Modern Australian

There are lessons to be drawn from the cracks that appeared in Sydney's Opal Tower, but they extend beyond building certification

  • Written by Geoff Hanmer, Adjunct Lecturer in Architecture, Univeristy of NSW, UNSW

The reasons for the cracked concrete that triggered the evacuation – twice – of residents from Sydney’s Opal Tower over Christmas and the New Year are unknown and will take time to properly establish. Many commentators are jumping to the conclusion (yes that includes you, Senator Carr) that the problem is the result of the privatisation of building certification. Instead of being done by government or council inspectors, certification is now done by private contractors engaged by the developer.

It might well be a contributing factor, but what went wrong at Opal Tower is is much more complex than that. Making certification a government responsibility again won’t solve it.

Opal is unusual. Very few residential buildings in Australia have ever been evacuated due to construction defects, and fewer still because of structural cracking. The vast majority of construction defects in multi-unit residential buildings are waterproofing failures. Rather than creating short-term alarm, they create long-term misery. Because misery does not generate headlines, the problem of quality in multi-unit housing continues to be ignored by governments.

Most strata buildings are defective

Strata title allows each resident to own the space in which they live as well as a share of the common property including pipes and walls. It’s the way apartments are usually sold after they are developed.

We don’t have definitive, current data on the extent of defects in strata title buildings. Researchers from UNSW’s City Futures Research Centre have begun collecting the information for Sydney. But there are clear indications that defects are significant and widespread.

A 2012 study by City Futures surveyed 1,020 strata owners across NSW, and found 72% of all respondents (85% in buildings built since 2000) knew of at least one significant defect in their complex.

In 2017 a City of Sydney survey identified defects and maintenance as the top concern of owner occupiers of apartments, along with short-term letting through organisations such as Airbnb.

Unfortunately for those keen to leap to conclusions about certification, studies showed the same thing back in the early 1990s when certification was largely in the hands of local governments. In fact, studies have found the same thing ever since speculative housing became common in Australia, from the end of World War One.

In fact, ever since speculative housing development and investment has become common (after World War I in Australia), residential construction defects have been a concern both here and overseas.

The market for residential buildings is extremely competitive, and controlling the cost of construction is one of the key factors in making a profit. Sometimes, the urge to maximise profit dominates to the extent that both short and long-term construction failures are inevitable.

There are lessons to be drawn from the cracks that appeared in Sydney's Opal Tower, but they extend beyond building certification An apartment in Sydney’s Opal Tower with the ceiling and flooring removed and propping equipment installed. Supplied/AAP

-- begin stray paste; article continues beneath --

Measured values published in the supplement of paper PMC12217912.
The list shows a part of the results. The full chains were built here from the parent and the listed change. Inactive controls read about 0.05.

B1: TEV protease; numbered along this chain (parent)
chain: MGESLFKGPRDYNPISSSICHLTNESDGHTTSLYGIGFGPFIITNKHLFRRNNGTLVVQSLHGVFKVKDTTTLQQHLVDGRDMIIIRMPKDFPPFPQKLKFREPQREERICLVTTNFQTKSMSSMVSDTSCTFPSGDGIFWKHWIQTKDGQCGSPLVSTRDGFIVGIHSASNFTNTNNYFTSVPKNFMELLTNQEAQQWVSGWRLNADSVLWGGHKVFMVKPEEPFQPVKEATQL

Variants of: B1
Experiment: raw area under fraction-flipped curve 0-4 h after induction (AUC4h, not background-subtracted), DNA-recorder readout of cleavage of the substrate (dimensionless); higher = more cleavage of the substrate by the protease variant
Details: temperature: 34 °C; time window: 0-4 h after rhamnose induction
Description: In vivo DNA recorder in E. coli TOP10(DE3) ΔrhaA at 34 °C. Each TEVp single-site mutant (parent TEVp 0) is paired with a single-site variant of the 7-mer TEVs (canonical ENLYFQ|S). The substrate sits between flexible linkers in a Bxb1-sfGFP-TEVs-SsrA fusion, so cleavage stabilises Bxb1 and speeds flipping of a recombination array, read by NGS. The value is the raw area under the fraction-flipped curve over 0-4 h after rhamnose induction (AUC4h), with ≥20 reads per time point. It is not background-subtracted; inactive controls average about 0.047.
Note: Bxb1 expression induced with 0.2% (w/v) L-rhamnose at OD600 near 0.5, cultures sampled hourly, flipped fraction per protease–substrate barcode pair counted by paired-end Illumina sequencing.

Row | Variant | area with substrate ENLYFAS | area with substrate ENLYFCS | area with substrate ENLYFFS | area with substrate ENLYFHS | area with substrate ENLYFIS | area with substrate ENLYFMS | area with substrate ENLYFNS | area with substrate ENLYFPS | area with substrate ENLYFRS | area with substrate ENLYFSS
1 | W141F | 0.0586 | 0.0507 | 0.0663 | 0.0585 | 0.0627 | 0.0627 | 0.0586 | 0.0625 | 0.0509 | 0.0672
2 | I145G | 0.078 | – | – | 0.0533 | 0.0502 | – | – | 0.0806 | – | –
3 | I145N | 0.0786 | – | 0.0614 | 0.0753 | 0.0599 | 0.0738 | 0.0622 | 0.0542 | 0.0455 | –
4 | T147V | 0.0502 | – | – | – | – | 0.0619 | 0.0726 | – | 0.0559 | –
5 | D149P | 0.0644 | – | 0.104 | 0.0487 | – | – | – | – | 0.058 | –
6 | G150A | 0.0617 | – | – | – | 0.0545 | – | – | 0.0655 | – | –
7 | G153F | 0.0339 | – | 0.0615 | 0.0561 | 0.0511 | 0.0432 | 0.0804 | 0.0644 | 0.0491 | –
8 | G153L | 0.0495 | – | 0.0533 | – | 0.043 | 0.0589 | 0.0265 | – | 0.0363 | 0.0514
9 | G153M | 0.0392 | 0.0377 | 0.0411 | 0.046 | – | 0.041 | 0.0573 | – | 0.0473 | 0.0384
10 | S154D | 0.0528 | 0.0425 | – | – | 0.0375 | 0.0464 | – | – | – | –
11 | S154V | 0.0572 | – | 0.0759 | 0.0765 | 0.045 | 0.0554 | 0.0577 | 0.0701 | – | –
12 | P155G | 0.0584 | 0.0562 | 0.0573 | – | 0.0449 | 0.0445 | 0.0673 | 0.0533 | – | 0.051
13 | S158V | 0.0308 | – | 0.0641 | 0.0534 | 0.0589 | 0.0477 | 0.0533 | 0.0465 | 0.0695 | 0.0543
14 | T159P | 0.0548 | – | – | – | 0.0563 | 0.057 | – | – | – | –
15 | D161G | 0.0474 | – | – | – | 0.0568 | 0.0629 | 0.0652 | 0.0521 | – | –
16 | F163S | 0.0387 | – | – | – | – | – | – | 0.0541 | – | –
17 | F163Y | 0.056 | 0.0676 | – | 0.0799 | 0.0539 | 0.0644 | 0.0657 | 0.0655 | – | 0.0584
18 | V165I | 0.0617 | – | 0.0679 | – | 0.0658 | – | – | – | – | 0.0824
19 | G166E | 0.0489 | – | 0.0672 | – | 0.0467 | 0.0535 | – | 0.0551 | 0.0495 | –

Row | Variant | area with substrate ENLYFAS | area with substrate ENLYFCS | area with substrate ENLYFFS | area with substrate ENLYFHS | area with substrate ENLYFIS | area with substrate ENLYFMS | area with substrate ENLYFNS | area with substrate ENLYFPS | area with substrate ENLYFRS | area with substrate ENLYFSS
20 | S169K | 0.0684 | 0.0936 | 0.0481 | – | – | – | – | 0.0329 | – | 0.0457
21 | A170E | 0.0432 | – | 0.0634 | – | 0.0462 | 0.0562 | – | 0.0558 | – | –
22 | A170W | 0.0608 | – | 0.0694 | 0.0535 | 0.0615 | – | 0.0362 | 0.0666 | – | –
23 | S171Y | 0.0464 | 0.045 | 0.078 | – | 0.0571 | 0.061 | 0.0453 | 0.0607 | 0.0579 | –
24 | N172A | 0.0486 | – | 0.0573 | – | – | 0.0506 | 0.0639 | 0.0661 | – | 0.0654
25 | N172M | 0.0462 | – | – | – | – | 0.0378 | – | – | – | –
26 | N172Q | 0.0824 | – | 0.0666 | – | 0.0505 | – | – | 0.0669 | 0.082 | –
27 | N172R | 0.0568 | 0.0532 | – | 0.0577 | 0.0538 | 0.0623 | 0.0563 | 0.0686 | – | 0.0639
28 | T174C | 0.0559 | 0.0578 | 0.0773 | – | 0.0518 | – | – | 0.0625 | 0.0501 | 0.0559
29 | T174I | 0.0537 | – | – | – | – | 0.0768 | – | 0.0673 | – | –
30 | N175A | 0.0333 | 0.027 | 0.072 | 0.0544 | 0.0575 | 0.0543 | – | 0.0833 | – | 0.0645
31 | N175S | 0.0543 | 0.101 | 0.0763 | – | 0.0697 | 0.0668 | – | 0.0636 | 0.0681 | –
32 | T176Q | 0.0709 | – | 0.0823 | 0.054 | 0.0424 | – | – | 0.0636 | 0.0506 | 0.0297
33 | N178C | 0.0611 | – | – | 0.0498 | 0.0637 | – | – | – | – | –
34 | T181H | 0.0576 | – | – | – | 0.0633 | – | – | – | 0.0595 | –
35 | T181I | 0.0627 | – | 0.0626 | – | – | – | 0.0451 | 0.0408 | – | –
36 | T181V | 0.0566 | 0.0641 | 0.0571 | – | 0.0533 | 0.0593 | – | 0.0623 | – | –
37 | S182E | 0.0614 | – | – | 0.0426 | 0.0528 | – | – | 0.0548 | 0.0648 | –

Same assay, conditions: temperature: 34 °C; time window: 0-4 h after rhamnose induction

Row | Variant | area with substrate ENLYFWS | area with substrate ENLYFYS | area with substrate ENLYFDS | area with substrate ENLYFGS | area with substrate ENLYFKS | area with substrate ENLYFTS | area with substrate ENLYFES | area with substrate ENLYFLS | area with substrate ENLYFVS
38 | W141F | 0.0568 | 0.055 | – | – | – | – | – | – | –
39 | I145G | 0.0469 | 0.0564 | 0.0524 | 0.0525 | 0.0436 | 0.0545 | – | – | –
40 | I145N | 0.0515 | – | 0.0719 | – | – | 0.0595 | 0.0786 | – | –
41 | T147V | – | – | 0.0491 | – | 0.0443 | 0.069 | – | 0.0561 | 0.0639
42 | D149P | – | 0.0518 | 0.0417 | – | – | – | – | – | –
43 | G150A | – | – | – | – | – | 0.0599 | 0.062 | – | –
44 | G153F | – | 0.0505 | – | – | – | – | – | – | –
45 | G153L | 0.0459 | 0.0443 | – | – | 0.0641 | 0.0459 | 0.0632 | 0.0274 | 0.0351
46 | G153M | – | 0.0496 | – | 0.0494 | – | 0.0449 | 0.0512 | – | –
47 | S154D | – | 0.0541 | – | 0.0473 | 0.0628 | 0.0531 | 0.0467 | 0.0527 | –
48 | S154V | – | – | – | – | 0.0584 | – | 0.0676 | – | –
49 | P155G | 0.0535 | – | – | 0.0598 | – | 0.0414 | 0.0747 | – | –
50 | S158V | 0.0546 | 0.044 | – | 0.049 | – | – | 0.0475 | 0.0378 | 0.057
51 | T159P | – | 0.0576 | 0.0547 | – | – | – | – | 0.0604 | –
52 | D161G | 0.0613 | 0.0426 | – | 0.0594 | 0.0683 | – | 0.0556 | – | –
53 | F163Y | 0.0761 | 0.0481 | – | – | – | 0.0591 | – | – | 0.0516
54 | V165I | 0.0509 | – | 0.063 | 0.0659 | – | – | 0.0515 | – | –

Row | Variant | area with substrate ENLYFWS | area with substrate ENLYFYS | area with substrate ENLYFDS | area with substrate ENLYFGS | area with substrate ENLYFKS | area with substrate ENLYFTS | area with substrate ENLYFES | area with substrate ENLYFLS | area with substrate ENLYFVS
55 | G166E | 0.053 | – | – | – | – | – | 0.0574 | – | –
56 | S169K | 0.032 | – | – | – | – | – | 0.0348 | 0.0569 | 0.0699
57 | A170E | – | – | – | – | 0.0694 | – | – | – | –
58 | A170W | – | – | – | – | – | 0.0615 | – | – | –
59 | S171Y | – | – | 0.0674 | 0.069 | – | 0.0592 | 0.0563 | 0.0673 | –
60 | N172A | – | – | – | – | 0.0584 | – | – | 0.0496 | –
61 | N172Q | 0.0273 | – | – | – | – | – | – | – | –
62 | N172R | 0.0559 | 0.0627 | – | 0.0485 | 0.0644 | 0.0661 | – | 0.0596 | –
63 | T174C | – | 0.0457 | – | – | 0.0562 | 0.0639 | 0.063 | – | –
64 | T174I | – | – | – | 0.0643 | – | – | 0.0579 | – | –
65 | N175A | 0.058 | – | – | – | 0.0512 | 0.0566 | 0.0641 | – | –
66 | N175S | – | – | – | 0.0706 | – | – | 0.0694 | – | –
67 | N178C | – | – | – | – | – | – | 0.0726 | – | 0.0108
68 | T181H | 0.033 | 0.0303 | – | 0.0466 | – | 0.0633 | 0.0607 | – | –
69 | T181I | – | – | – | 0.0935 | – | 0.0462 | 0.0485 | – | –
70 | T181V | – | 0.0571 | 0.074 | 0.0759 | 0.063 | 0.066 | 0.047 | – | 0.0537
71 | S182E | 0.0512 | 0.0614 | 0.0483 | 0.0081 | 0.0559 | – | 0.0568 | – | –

It’s the consequence of cost control

There are, of course, reputable developers and builders, but reputation usually finishes last, undercut by less-reputable players who produce buildings that are slightly cheaper.

Defects in single-storey speculative houses with pitched roofs are probably just as common as defects in multi-unit dwellings with flat roofs, but they are much easier to fix because the houses are close to the ground and no strata committee is involved.

They are also much easier to find; a competent building inspection initiated by a purchaser is normally enough to protect the buyer. On the other hand, a building inspection of a single unit in a multi-unit development is highly unlikely to find defects which are located elsewhere in the common property of a building.

There are 653 apartments in the Meriton-developed Regis Towers, for example, which was the subject of a long-running legal action for defects.

Intervening at certification is too late

The only practical way to make multi-unit dwellings a good investment for the residents and a decent place to live is for government to take a pro-active role in driving quality throughout the design and construction process, not just at the end when the building is certified for occupation, or at the beginning when it gets a development approval.

It is a simple reality that no other actor in the construction process has the capacity to take this role. It is also simpler and cheaper to build in quality than to rectify defects.

Often, a $1 detail realised for fifty cents will cause endless grief and cost thousands of dollars to fix.

Reducing the amount of rectification required will improve sustainability outcomes by containing the amount of embodied carbon incorporated in the building.

If the building performs well, it will have a longer life and that will reduce the need to eventually replace it with a new building; again saving materials and improving the outcome for embodied carbon. It is worth remembering that 20 million tonnes of construction and demolition waste are produced in Australia each year.

Governments have been reluctant to intervene early

Governments have as good as ignored the problem of defects in multi-unit residential construction even though they have been aware of it for years.

This is particularly concerning because the state governments in NSW and Victoria have been busy spruiking this type of accommodation as the solution to the pressures of rising populations in Sydney and Melbourne. Given this, the protections for apartment owners under existing legislation are ludicrously slight.

Unfortunately, compliance with the National Construction Code (NCC) in its current form is no guarantee. There are so many ambiguities and grey areas in the NCC and in the way that it is applied that it is a guarantee of almost nothing, particularly when it comes to waterproofing.

Read more: Why investor-driven urban density is inevitably linked to disadvantage

A simple example is the construction of balconies with flat slabs, which is perfectly acceptable under the NCC. The floor slab is constructed as a single plane from the interior to the exterior of the building with the waterproof barrier at the balcony being provided by a masonry wall or a concrete ridge on top of the slab.